California’s IIPP reduces injuries among cited employers: report

February 1, 2012

Pittsburgh – California’s Injury and Illness Prevention Program Standard reduces workplace injuries at businesses that have previously been cited for failing to comply with specific safety provisions in the rule, a new study suggests.

Conducted by the RAND Center for Health and Safety in the Workplace, the study found when the state’s Division of Occupational Safety and Health found failures to comply with provisions in the standard that included training workers, identifying and abating hazards, and investigating injury causes, the injury rates at those targeted businesses fell by at least 20 percent in the two years following the inspection.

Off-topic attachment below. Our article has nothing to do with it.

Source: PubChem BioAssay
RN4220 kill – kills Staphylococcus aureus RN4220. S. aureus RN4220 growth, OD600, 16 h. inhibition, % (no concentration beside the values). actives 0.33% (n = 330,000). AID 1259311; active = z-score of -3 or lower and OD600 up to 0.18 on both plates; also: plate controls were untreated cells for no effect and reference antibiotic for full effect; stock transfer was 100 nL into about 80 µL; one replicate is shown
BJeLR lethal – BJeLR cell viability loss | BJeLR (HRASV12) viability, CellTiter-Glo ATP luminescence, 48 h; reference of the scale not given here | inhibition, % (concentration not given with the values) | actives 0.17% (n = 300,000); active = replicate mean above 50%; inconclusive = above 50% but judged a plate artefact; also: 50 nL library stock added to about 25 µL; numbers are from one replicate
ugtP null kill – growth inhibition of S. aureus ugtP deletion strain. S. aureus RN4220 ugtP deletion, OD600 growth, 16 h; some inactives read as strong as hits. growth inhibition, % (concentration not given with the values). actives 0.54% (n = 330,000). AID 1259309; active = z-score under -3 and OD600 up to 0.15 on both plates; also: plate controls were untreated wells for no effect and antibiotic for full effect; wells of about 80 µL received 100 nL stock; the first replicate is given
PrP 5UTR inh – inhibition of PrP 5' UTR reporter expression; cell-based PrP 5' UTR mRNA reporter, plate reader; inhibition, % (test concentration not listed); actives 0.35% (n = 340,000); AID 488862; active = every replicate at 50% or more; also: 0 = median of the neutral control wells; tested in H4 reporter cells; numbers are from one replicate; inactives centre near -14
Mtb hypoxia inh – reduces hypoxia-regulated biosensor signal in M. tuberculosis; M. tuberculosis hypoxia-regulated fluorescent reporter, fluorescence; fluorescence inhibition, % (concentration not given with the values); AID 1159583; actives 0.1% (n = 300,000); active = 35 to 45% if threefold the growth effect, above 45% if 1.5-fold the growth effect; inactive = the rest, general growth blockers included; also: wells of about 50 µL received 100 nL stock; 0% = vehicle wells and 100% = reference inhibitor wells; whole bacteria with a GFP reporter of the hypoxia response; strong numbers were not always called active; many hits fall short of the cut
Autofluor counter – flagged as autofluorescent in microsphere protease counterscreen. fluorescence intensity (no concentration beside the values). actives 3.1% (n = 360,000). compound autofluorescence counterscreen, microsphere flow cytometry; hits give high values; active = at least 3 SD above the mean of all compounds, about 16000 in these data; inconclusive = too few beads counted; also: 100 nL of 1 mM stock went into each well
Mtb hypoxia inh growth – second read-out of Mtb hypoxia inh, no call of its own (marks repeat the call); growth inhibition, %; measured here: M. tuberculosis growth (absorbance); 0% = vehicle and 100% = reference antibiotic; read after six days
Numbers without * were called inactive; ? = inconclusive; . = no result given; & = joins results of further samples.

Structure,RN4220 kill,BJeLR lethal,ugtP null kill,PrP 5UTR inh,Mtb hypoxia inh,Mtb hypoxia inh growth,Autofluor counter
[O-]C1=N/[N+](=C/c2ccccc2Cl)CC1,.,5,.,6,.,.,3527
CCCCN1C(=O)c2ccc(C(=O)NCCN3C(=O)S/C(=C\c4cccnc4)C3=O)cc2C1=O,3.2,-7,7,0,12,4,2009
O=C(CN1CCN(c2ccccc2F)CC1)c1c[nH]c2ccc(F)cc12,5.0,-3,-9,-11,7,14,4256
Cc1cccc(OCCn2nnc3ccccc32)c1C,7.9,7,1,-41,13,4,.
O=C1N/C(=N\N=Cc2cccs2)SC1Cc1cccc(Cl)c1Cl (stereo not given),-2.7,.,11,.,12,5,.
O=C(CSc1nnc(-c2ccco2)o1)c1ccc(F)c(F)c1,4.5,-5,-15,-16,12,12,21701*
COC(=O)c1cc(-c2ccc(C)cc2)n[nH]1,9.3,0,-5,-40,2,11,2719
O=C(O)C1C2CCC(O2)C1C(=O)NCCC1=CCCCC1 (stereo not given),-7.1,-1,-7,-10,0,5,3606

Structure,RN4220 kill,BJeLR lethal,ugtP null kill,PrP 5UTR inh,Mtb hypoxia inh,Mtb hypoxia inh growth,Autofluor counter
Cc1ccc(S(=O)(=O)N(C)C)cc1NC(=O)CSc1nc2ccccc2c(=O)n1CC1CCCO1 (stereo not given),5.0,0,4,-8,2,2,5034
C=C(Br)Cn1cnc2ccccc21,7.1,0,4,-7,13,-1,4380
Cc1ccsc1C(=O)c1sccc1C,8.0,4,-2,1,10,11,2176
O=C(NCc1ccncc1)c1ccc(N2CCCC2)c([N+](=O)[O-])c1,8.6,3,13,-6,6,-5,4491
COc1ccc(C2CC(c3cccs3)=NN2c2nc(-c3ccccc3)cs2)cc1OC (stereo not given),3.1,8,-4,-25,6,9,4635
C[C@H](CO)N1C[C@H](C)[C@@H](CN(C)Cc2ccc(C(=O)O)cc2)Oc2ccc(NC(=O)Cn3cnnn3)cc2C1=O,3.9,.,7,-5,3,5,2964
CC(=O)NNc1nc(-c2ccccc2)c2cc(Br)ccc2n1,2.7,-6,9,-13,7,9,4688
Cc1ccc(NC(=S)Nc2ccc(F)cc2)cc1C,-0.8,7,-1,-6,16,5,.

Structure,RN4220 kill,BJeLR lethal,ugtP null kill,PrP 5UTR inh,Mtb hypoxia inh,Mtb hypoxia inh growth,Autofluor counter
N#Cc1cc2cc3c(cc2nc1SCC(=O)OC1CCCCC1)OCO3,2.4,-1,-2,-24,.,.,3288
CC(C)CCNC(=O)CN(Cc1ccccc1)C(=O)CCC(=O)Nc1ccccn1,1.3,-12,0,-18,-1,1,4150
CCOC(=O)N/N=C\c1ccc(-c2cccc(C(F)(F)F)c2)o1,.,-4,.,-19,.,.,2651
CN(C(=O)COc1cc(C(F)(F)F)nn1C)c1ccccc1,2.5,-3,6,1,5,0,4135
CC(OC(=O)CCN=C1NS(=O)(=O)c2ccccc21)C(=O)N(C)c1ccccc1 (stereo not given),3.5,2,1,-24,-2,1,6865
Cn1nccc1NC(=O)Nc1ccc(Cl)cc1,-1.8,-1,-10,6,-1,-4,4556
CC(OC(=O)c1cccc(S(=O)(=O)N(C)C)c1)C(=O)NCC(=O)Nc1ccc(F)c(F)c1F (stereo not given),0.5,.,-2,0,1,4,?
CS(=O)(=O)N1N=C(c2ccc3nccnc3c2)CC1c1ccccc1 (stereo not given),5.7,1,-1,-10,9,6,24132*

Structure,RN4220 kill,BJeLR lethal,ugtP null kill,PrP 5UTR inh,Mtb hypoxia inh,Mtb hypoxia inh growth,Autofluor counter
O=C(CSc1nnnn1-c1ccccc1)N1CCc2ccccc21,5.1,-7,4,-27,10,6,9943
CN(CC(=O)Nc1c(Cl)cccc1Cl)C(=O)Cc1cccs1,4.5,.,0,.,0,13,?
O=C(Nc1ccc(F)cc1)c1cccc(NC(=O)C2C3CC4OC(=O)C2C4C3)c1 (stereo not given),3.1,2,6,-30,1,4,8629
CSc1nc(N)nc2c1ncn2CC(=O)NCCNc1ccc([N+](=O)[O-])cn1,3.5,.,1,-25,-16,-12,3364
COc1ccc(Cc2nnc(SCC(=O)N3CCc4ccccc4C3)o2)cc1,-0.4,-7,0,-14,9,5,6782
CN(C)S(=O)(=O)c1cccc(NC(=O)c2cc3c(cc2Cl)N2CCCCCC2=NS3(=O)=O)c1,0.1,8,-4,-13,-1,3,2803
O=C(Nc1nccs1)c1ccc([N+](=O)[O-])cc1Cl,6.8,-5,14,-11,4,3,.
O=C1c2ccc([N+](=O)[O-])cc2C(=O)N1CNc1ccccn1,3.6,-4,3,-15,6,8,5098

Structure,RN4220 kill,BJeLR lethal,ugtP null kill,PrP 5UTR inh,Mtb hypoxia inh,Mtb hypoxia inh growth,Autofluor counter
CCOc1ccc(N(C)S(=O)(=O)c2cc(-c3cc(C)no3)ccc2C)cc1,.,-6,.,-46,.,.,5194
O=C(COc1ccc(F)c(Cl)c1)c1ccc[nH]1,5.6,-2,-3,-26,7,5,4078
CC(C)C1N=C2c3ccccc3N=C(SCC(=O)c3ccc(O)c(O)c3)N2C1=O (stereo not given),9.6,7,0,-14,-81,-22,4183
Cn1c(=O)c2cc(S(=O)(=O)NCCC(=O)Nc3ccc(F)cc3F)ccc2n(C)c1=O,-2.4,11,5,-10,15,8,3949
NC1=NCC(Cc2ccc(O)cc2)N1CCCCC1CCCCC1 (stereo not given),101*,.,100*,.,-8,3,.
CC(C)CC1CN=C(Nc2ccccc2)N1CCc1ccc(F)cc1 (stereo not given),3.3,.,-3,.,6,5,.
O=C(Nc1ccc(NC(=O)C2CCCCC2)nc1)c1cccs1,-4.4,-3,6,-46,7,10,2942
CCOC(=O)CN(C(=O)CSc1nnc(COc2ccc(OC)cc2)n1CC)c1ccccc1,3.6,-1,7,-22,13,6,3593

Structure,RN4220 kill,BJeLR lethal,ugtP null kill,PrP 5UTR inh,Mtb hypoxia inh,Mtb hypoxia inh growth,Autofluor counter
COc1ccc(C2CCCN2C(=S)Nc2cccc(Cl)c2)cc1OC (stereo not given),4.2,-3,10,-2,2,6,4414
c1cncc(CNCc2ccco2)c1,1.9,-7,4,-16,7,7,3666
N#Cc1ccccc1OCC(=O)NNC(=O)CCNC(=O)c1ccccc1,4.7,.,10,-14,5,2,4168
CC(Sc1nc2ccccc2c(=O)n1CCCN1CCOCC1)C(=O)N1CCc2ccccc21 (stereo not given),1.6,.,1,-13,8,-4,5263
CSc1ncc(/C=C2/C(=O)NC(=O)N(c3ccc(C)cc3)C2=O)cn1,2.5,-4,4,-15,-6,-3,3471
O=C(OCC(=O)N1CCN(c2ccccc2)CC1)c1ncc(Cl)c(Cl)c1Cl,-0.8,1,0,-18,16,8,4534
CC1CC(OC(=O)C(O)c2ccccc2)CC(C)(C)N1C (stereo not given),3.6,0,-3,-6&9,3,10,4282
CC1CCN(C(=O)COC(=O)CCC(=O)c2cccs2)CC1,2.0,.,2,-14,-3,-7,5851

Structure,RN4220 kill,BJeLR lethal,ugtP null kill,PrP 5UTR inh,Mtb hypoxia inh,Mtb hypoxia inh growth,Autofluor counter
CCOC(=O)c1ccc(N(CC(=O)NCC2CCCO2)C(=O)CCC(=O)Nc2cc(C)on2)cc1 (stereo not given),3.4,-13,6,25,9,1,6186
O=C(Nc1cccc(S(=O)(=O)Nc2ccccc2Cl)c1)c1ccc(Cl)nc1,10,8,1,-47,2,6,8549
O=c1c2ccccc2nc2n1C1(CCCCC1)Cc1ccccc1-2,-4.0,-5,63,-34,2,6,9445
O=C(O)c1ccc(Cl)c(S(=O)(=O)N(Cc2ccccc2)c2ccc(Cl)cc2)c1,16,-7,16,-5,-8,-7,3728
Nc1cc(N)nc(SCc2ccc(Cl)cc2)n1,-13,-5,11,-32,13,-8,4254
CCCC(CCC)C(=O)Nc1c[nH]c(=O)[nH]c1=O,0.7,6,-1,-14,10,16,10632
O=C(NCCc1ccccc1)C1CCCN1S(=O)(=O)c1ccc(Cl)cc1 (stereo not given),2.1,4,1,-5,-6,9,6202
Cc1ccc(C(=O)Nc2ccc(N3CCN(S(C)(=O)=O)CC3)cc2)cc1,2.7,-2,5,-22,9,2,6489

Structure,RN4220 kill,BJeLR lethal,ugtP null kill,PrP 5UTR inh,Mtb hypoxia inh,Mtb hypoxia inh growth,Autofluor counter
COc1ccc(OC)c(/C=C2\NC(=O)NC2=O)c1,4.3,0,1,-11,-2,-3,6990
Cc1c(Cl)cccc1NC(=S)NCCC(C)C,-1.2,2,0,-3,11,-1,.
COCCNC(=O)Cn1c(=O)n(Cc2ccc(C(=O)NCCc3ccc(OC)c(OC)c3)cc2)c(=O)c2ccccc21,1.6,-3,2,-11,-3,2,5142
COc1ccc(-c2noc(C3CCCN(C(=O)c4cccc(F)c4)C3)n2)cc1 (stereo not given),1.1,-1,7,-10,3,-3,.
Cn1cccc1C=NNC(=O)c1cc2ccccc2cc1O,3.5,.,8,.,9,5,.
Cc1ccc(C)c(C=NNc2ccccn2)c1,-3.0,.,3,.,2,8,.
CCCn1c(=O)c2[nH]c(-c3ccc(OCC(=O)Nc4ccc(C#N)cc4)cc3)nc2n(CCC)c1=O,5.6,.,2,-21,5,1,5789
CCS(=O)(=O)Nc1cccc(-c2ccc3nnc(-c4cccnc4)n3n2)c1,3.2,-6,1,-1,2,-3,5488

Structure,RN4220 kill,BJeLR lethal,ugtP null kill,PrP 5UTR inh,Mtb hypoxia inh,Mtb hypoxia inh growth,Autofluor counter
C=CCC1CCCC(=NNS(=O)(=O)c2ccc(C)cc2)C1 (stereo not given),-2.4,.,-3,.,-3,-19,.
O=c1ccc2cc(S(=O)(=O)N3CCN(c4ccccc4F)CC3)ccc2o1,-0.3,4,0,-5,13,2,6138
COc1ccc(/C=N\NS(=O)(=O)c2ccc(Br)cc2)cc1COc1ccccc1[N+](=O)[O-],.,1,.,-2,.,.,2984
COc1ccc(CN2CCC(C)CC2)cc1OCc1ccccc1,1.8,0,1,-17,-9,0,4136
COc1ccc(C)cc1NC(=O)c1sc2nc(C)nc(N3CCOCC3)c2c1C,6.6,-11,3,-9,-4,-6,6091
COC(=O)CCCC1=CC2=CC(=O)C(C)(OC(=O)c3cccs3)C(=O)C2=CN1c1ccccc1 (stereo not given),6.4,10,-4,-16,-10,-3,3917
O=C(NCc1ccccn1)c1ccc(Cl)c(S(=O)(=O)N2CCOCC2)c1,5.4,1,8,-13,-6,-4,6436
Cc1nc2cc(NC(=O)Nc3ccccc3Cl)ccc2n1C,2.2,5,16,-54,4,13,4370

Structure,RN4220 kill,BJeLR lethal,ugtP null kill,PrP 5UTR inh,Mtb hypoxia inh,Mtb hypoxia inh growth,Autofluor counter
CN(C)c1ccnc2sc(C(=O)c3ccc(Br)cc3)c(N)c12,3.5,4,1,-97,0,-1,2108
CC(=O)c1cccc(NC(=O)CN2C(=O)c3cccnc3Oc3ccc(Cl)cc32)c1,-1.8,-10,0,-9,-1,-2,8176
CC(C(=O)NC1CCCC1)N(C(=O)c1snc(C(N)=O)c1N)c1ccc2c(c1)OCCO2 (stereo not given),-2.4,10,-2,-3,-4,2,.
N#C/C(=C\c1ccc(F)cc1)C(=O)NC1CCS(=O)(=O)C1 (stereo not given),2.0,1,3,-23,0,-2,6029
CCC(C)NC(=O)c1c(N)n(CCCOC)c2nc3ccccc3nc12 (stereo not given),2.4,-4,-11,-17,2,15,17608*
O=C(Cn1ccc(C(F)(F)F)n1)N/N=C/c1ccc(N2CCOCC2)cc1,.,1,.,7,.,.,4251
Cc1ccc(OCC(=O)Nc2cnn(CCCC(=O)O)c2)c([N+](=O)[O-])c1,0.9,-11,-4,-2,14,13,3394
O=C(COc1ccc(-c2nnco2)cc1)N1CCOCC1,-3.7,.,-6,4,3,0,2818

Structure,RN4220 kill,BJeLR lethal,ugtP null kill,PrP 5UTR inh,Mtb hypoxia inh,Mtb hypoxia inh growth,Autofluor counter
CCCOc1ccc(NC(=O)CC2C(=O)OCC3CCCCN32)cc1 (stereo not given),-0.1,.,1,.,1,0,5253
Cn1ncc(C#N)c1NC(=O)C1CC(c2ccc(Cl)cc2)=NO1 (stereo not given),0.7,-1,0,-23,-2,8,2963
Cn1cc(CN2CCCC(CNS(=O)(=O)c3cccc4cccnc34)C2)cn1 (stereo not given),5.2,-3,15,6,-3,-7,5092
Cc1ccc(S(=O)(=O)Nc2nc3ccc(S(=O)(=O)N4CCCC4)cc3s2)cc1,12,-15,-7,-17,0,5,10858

While large drops in injury rates were found in businesses cited for the specific safety-related provisions in the standard, violations of such provisions only occurred in 5 percent of all Cal/OSHA inspections. As a result, study authors were not able to conclude what effect the rule has on injuries and illnesses in the state as a whole.

RAND researchers suggested the limited impact of the state’s standard was due to inspectors failing to go beyond a review of whether an employer had a written program, and urged inspectors to conduct a more in-depth analysis of employer programs.